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Jeremy Bitterman

On rare occasions a great architect finds a building project that touches him personally. More than a commission, it’s a love match in wood, steel and glass. So noted architect Brad Cloepfil, founder of Allied Works Architecture, isn’t kidding when he gushes that the recently opened tasting room at Sokol Blosser Winery in Dundee, Oregon, is a “dream project.”

Cloepfil, who has designed huge art museums and corporate headquarters all over the world, is an Oregon native and a wine lover who keeps one office in Portland and one in New York. “I’ve wanted to do a winery ever since I started Allied Works,” he says.

Sokol Blosser was a fortuitous client. Founded in 1971, it is one of the Willamette Valley’s pioneering estates, its range of wines garnering an excellent track record. The new, 5,000-square-foot tasting room is an ideal place to enjoy those offerings, catching the eye with its striated wooden cladding, a visually arresting pattern in cedar, fir and hickory.

“The building is a simple form but an involved series of spaces inside,” Cloepfil says. “There are a lot of faceted surfaces, taking that Northwest carved aesthetic to the extreme. The floors, walls and ceiling are all the same materials, but as you go through it, the space shifts and moves.”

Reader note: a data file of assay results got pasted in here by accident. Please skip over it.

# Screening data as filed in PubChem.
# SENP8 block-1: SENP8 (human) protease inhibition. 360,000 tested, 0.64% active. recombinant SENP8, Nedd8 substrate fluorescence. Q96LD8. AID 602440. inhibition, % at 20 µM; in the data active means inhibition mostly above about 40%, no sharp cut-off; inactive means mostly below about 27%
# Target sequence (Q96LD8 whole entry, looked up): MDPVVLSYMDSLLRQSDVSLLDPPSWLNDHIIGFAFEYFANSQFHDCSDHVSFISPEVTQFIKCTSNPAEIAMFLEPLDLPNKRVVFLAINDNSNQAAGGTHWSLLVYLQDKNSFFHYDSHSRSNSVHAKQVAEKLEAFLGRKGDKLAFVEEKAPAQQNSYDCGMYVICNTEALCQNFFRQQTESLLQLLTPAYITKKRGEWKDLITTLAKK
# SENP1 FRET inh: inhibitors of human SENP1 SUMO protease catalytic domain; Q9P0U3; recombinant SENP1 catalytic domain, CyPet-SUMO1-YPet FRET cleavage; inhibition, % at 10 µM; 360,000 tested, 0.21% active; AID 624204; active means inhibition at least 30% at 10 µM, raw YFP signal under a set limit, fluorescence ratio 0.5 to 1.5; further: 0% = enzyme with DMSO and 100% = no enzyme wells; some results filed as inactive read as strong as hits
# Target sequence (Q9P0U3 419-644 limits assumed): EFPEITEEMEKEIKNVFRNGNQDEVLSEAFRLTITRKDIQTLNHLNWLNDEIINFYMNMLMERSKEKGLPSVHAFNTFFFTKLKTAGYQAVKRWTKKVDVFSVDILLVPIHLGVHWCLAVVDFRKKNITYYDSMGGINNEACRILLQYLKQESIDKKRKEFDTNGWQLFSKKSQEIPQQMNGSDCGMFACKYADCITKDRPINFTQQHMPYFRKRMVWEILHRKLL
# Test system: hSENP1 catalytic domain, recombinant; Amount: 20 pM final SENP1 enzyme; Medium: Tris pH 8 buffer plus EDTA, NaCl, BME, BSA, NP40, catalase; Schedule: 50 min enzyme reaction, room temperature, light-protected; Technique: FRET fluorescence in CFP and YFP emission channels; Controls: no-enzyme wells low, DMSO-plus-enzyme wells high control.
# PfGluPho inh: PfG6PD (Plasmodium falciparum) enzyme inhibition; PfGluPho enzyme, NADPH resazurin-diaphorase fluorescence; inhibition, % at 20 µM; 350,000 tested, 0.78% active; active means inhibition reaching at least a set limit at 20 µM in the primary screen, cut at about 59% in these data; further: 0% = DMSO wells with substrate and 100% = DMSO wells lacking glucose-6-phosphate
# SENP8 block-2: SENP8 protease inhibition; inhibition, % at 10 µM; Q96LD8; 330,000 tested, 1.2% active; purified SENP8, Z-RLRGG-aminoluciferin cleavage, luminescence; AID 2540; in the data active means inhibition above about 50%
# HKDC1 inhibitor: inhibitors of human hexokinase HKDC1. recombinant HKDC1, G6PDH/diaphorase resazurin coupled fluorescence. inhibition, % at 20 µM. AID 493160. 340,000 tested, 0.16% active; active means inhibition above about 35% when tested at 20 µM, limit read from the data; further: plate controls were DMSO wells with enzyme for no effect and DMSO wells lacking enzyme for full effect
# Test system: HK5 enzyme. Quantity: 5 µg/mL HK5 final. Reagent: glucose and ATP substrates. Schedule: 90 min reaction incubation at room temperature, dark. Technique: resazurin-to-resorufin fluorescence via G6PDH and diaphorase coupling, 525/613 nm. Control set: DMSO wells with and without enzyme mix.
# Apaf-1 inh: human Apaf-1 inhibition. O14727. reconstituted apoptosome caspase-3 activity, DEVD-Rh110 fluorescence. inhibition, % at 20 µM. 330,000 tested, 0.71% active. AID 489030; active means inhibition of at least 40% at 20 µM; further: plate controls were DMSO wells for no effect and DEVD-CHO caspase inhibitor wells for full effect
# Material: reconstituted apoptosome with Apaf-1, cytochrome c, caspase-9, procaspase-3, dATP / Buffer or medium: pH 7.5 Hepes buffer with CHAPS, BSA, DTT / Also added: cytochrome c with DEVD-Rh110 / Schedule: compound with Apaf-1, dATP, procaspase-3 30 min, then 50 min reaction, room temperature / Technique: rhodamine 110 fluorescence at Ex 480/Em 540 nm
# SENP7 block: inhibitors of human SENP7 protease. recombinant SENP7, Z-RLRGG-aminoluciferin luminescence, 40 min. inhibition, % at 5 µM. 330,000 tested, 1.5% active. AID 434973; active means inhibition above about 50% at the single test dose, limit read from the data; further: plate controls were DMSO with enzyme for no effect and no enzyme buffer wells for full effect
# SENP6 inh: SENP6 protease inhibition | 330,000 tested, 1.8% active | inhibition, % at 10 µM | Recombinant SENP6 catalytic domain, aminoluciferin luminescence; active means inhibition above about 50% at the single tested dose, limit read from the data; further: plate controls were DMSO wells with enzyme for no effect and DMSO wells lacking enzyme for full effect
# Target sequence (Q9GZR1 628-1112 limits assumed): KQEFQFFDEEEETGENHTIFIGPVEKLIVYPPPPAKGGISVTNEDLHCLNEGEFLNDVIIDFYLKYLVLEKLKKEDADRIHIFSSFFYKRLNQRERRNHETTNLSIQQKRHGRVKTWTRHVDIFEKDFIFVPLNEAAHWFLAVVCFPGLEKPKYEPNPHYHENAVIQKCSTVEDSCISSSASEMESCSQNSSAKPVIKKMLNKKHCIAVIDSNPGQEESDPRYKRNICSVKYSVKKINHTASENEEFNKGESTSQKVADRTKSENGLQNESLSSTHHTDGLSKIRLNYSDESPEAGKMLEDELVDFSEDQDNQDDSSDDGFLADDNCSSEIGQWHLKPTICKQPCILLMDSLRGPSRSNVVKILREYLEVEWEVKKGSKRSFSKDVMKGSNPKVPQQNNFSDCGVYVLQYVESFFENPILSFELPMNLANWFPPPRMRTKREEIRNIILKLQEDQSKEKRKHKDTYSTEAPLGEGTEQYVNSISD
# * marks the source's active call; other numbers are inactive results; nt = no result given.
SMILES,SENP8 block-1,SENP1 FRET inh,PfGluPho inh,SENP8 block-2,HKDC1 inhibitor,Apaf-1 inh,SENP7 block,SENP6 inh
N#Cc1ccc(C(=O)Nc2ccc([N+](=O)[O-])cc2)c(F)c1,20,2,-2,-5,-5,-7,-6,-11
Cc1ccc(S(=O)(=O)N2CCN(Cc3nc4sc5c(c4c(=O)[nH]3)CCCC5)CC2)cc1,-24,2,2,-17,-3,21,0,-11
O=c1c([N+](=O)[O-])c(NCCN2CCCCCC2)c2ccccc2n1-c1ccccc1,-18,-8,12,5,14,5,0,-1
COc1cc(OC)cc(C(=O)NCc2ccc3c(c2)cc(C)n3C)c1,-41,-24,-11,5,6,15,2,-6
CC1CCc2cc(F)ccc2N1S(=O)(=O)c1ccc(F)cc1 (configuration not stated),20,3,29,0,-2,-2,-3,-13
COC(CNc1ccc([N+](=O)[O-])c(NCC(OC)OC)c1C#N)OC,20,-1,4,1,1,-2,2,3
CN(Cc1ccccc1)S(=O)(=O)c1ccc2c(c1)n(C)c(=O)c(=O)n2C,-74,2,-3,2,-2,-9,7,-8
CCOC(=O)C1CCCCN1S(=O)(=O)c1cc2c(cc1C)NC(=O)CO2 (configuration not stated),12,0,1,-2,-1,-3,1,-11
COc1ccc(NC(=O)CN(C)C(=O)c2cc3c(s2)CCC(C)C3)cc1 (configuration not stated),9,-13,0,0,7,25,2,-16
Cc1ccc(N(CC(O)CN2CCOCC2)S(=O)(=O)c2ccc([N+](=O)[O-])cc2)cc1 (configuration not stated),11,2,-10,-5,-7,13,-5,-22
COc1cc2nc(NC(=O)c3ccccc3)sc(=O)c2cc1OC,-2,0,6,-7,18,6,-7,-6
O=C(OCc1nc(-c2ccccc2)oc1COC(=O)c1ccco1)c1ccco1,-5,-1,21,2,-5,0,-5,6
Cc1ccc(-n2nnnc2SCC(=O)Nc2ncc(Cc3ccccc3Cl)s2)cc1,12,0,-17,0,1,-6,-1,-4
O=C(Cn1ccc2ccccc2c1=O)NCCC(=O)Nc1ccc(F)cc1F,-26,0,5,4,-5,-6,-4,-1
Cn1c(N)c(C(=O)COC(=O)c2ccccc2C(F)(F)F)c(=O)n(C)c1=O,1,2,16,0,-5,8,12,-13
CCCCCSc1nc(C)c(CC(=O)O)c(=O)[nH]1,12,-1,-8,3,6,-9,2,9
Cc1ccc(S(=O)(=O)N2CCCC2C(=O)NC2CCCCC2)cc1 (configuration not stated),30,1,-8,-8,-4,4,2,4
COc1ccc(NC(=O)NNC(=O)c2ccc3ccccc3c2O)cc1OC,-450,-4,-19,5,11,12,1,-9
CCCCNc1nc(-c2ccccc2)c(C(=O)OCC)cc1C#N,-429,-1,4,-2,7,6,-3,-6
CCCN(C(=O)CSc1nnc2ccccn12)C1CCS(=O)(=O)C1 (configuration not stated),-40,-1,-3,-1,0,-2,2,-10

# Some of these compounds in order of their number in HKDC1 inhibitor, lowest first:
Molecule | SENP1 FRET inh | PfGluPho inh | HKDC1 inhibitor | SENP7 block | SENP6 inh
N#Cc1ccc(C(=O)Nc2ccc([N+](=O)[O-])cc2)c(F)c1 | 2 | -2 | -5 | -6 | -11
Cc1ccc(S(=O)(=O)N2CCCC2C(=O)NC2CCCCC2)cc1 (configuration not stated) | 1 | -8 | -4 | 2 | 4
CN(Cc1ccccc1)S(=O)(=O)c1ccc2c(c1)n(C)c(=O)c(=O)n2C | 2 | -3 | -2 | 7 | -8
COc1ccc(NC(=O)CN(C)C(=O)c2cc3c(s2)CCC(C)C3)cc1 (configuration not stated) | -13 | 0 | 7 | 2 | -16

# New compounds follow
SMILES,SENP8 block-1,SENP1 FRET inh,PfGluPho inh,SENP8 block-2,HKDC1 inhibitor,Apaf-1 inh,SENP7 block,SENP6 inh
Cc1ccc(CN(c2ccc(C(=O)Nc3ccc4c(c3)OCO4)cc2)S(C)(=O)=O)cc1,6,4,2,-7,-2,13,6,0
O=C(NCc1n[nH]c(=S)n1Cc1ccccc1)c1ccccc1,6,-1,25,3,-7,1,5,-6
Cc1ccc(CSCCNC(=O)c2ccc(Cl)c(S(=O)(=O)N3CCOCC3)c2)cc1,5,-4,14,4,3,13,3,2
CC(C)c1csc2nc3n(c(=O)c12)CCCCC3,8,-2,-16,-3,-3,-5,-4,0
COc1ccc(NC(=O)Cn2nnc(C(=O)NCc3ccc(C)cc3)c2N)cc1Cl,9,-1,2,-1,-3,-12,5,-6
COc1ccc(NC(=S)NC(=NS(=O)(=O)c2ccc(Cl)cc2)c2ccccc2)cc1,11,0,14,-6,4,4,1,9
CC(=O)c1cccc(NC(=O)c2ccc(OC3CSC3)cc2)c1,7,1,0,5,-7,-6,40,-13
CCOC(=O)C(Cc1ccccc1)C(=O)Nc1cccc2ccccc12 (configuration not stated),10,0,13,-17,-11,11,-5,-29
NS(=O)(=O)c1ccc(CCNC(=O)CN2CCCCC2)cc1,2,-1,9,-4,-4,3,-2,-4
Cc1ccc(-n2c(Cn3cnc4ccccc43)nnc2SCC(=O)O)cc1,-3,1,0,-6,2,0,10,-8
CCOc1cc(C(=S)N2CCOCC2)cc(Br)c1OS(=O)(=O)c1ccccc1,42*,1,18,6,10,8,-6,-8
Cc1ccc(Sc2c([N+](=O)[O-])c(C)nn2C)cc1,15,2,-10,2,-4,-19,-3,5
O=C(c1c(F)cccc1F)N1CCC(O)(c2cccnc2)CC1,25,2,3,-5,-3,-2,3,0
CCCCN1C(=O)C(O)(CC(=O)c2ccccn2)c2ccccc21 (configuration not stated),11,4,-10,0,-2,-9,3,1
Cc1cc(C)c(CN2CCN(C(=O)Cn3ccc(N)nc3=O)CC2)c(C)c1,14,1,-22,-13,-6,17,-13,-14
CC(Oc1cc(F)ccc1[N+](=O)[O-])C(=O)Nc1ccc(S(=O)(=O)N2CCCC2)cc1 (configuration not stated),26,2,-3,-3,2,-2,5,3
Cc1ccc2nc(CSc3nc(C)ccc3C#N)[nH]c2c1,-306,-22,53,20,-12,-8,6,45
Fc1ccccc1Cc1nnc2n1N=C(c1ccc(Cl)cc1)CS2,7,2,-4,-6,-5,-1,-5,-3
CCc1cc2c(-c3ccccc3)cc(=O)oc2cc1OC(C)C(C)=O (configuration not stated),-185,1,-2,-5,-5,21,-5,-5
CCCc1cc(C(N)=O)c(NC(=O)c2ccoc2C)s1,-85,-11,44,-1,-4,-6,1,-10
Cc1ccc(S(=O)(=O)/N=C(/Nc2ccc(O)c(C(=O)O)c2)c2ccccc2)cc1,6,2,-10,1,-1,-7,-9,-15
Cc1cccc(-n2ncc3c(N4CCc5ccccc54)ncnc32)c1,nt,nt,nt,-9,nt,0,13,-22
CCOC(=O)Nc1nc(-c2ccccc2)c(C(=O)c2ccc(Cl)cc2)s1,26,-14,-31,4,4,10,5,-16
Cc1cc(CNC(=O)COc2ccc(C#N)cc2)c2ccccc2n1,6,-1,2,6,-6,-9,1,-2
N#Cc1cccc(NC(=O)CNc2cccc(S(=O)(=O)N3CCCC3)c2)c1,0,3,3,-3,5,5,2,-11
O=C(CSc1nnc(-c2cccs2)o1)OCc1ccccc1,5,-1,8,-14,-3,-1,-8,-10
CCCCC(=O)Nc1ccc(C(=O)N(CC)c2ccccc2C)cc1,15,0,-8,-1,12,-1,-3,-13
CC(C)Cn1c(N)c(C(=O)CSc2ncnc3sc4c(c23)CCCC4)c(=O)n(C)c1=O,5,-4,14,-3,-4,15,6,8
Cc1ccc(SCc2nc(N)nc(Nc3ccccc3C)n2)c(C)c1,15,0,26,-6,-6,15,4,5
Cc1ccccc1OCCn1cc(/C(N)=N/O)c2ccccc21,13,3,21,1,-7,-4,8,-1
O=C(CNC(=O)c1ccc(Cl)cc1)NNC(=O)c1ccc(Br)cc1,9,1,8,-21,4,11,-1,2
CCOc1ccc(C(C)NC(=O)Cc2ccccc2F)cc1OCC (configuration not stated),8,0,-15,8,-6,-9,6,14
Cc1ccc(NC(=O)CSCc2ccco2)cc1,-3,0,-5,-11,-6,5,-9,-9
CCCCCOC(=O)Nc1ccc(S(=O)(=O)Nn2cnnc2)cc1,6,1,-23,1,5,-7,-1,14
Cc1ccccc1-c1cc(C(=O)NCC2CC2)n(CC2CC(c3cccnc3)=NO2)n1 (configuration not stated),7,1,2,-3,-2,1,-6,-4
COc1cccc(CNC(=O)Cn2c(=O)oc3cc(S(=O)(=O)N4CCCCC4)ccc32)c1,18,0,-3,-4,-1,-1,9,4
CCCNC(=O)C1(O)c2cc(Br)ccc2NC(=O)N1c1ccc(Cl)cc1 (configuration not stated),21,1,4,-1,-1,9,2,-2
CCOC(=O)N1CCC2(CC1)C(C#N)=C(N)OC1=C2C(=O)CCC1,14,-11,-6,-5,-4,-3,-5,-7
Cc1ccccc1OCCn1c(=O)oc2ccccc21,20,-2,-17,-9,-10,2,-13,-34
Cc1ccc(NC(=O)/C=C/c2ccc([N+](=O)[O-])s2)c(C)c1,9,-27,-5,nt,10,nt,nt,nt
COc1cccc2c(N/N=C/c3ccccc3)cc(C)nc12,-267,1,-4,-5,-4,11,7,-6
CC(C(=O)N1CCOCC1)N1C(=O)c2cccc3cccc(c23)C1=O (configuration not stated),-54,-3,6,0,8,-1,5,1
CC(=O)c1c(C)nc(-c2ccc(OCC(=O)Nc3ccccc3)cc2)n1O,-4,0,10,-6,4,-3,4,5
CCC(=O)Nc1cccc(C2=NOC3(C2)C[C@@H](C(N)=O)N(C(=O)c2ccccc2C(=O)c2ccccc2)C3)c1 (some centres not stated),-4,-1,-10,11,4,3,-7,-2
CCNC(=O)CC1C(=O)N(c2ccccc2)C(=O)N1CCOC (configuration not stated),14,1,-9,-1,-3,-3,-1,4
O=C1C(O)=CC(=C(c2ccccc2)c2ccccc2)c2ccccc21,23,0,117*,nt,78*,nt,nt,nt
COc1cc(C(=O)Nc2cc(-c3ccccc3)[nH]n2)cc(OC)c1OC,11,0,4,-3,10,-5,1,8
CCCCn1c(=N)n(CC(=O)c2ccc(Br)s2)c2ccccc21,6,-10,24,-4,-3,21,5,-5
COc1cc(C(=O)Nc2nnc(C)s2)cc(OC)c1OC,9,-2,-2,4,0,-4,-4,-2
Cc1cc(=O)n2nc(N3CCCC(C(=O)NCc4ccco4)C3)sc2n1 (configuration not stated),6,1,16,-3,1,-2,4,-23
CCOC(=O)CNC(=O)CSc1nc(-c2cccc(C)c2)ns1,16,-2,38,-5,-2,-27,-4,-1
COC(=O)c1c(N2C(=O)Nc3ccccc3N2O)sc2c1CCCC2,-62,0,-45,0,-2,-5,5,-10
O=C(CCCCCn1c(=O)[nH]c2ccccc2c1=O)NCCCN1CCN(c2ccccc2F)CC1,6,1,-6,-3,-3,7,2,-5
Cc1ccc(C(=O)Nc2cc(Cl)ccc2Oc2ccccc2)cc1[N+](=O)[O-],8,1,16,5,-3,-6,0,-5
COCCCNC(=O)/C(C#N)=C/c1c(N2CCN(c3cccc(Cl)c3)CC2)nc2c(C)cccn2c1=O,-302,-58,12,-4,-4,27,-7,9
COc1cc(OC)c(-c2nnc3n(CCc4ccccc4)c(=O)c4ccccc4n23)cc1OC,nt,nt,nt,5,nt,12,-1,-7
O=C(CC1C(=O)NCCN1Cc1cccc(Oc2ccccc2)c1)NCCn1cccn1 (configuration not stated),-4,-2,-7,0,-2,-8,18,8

Cloepfil, who rose to fame for his adaptive reuse design for the Portland headquarters of advertising giant Wieden & Kennedy, has put green concerns at the forefront of his design for Sokol Blosser. The winery aims to be certified by 2014 in the Living Building Challenge, an unusually high environmental standard.

In terms of architectural ambition in his home region, Cloepfil says that he hopes his work is the start of something big: “It’s a pivot point for Oregon wineries.” At 5000 Sokol Blosser Ln.; 503-864-2282; sokolblosser.com.

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